2. they installed device(s) since installing Win98, 98SE or ME (hence the required VxD is 'missing' from VMM32.VxD and not found elsewhere by Windows),
3. they possibly have device conflicts and Windows is not coping.

The users most likely to gain from manual installation of VxDs are:
1. those who 'upgraded' from a previous Win version i.e. did not use the full version.
2. those who added new device(s) after the last full installation.
3. those who are getting repeated VxD errors.
4. those who have repeated VxD-related 'symptoms'.
and, possibly, some of
5. those who repeatedly encounter non-specific errors.

For many users it will be a matter of 'try it and see'.

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What Search Engines show
THPC looked at Keywords used in Search Engines that hit this Site. The following relates ONLY to those users who search for something about VMM32.VxD i.e. for VMM32.VxD (VMM, VMM32, VxD) itself, or specifically for one of the seven VxDs, like ntkern.vxd.

For every 100 hits, only 40 (40%) are general (like VMM, VMM32, VMM32.VxD, VxD).
The other 60 (60%) are for specifically named VxD, especially ntkern.vxd (28).

60% is significant as it strongly indicates most users are not merely investigating the 'hype' about VMM problems - such searches would not be so specific. It's likely they know they have a problem with a specifically named VxD (Windows told them?).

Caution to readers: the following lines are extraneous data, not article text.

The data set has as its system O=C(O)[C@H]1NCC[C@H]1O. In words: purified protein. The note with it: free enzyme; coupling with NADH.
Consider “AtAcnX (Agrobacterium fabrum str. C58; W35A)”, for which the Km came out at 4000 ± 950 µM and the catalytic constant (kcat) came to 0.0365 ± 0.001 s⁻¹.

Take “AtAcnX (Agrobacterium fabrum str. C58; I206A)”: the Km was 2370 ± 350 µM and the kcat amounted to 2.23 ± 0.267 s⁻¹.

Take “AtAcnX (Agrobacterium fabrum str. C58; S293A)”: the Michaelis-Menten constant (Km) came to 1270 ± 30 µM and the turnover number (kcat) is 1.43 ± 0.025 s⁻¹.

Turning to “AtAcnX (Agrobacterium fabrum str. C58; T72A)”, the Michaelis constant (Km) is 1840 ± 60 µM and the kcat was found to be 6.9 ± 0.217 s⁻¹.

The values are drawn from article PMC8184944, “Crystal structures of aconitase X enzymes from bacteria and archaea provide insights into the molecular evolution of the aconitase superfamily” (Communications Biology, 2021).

The total number of specific VxD searches to ONLY THPC from just ONE Search Engine is very high. Only a miniscule percentage of those searching the Web for specific VxD fixes / information will have used that single Search Engine and only some of those will have arrived at THPC. A very large number of Win9x users must be searching the Web for specific VxD file information EVERY DAY.

You are not alone. There has to be a massive VxD-related, or conflict, problem out there! Very many Win98 98SE and ME users share your problems. Reasonable conclusion?

But is most of it really a VxD-related problem that can be alleviated by manually installing VxDs? Or it it mostly some other problem, such as device conflicts? Tell THPC your own experience and perhaps we will find the answer (see Survey, this Page).

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Lets find out if the VMM32.VxD fix really works

The only sure way of judging the reliability of this 'fix' is for each of you to E-Mail THPC at reporting on your own experience after installing the VxDs.
Plenty of users are manually installing some, or all, of these VxDs.